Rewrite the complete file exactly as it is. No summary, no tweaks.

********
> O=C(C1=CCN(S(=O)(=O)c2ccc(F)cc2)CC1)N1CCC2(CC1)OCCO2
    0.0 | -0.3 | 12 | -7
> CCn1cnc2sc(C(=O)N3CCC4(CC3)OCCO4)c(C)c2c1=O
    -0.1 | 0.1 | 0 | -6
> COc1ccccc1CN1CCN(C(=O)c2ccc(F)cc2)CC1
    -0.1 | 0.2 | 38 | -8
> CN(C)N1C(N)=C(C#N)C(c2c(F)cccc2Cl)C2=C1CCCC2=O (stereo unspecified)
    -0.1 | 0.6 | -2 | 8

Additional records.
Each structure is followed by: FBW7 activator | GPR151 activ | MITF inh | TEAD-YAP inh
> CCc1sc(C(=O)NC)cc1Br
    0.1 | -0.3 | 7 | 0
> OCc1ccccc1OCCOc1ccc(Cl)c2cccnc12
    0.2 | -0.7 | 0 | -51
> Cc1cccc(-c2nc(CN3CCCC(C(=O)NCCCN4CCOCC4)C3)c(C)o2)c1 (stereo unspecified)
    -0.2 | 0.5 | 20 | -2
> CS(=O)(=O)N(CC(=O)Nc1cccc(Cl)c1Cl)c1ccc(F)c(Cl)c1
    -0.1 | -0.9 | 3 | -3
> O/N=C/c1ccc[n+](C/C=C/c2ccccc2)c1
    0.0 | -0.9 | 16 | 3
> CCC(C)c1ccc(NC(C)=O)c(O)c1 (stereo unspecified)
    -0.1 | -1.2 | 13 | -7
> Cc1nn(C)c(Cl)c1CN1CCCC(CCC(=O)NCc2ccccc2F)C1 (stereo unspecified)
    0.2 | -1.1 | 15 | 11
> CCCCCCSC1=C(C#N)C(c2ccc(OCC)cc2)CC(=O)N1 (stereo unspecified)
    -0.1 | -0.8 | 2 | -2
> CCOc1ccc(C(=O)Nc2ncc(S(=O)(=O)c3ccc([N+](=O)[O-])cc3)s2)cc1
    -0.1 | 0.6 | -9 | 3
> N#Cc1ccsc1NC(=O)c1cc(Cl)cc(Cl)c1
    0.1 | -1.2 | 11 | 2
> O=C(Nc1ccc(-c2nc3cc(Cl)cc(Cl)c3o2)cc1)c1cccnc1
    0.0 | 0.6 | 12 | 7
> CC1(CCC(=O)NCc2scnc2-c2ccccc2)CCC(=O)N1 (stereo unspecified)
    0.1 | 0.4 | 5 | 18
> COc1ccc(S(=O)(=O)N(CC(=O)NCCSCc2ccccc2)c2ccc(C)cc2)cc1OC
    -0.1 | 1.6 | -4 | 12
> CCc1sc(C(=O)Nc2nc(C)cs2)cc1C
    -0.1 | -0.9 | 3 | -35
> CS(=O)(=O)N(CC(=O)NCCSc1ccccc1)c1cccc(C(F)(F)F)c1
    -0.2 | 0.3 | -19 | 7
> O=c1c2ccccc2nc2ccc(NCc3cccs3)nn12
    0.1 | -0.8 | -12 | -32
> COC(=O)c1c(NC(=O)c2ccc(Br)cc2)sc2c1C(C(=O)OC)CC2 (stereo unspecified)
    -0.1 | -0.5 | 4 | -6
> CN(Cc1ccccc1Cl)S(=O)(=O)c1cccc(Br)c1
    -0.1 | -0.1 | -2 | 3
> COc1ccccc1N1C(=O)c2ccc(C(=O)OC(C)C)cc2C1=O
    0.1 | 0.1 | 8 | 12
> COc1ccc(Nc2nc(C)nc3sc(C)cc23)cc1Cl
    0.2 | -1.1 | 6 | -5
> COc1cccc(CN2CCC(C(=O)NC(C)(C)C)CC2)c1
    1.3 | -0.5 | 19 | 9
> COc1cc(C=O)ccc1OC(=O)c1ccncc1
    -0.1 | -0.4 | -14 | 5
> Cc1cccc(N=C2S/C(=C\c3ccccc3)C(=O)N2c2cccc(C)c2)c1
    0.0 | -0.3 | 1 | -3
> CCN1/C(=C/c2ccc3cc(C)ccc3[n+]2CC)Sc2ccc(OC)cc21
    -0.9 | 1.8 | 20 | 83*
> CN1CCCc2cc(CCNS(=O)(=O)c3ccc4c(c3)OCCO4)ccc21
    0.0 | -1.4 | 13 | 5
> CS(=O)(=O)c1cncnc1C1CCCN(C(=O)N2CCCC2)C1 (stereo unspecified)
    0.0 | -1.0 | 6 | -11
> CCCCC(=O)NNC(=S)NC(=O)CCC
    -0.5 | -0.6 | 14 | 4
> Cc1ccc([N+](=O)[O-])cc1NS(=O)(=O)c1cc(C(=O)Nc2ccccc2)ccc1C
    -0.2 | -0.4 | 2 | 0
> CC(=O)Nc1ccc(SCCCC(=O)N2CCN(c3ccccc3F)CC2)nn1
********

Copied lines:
> O=C(C1=CCN(S(=O)(=O)c2ccc(F)cc2)CC1)N1CCC2(CC1)OCCO2
    0.0 | -0.3 | 12 | -7
> CCn1cnc2sc(C(=O)N3CCC4(CC3)OCCO4)c(C)c2c1=O
    -0.1 | 0.1 | 0 | -6
> COc1ccccc1CN1CCN(C(=O)c2ccc(F)cc2)CC1
    -0.1 | 0.2 | 38 | -8
> CN(C)N1C(N)=C(C#N)C(c2c(F)cccc2Cl)C2=C1CCCC2=O (stereo unspecified)
    -0.1 | 0.6 | -2 | 8

Additional records.
Each structure is followed by: FBW7 activator | GPR151 activ | MITF inh | TEAD-YAP inh
> CCc1sc(C(=O)NC)cc1Br
    0.1 | -0.3 | 7 | 0
> OCc1ccccc1OCCOc1ccc(Cl)c2cccnc12
    0.2 | -0.7 | 0 | -51
> Cc1cccc(-c2nc(CN3CCCC(C(=O)NCCCN4CCOCC4)C3)c(C)o2)c1 (stereo unspecified)
    -0.2 | 0.5 | 20 | -2
> CS(=O)(=O)N(CC(=O)Nc1cccc(Cl)c1Cl)c1ccc(F)c(Cl)c1
    -0.1 | -0.9 | 3 | -3
> O/N=C/c1ccc[n+](C/C=C/c2ccccc2)c1
    0.0 | -0.9 | 16 | 3
> CCC(C)c1ccc(NC(C)=O)c(O)c1 (stereo unspecified)
    -0.1 | -1.2 | 13 | -7
> Cc1nn(C)c(Cl)c1CN1CCCC(CCC(=O)NCc2ccccc2F)C1 (stereo unspecified)
    0.2 | -1.1 | 15 | 11
> CCCCCCSC1=C(C#N)C(c2ccc(OCC)cc2)CC(=O)N1 (stereo unspecified)
    -0.1 | -0.8 | 2 | -2
> CCOc1ccc(C(=O)Nc2ncc(S(=O)(=O)c3ccc([N+](=O)[O-])cc3)s2)cc1
    -0.1 | 0.6 | -9 | 3
> N#Cc1ccsc1NC(=O)c1cc(Cl)cc(Cl)c1
    0.1 | -1.2 | 11 | 2
> O=C(Nc1ccc(-c2nc3cc(Cl)cc(Cl)c3o2)cc1)c1cccnc1
    0.0 | 0.6 | 12 | 7
> CC1(CCC(=O)NCc2scnc2-c2ccccc2)CCC(=O)N1 (stereo unspecified)
    0.1 | 0.4 | 5 | 18
> COc1ccc(S(=O)(=O)N(CC(=O)NCCSCc2ccccc2)c2ccc(C)cc2)cc1OC
    -0.1 | 1.6 | -4 | 12
> CCc1sc(C(=O)Nc2nc(C)cs2)cc1C
    -0.1 | -0.9 | 3 | -35
> CS(=O)(=O)N(CC(=O)NCCSc1ccccc1)c1cccc(C(F)(F)F)c1
    -0.2 | 0.3 | -19 | 7
> O=c1c2ccccc2nc2ccc(NCc3cccs3)nn12
    0.1 | -0.8 | -12 | -32
> COC(=O)c1c(NC(=O)c2ccc(Br)cc2)sc2c1C(C(=O)OC)CC2 (stereo unspecified)
    -0.1 | -0.5 | 4 | -6
> CN(Cc1ccccc1Cl)S(=O)(=O)c1cccc(Br)c1
    -0.1 | -0.1 | -2 | 3
> COc1ccccc1N1C(=O)c2ccc(C(=O)OC(C)C)cc2C1=O
    0.1 | 0.1 | 8 | 12
> COc1ccc(Nc2nc(C)nc3sc(C)cc23)cc1Cl
    0.2 | -1.1 | 6 | -5
> COc1cccc(CN2CCC(C(=O)NC(C)(C)C)CC2)c1
    1.3 | -0.5 | 19 | 9
> COc1cc(C=O)ccc1OC(=O)c1ccncc1
    -0.1 | -0.4 | -14 | 5
> Cc1cccc(N=C2S/C(=C\c3ccccc3)C(=O)N2c2cccc(C)c2)c1
    0.0 | -0.3 | 1 | -3
> CCN1/C(=C/c2ccc3cc(C)ccc3[n+]2CC)Sc2ccc(OC)cc21
    -0.9 | 1.8 | 20 | 83*
> CN1CCCc2cc(CCNS(=O)(=O)c3ccc4c(c3)OCCO4)ccc21
    0.0 | -1.4 | 13 | 5
> CS(=O)(=O)c1cncnc1C1CCCN(C(=O)N2CCCC2)C1 (stereo unspecified)
    0.0 | -1.0 | 6 | -11
> CCCCC(=O)NNC(=S)NC(=O)CCC
    -0.5 | -0.6 | 14 | 4
> Cc1ccc([N+](=O)[O-])cc1NS(=O)(=O)c1cc(C(=O)Nc2ccccc2)ccc1C
    -0.2 | -0.4 | 2 | 0
> CC(=O)Nc1ccc(SCCCC(=O)N2CCN(c3ccccc3F)CC2)nn1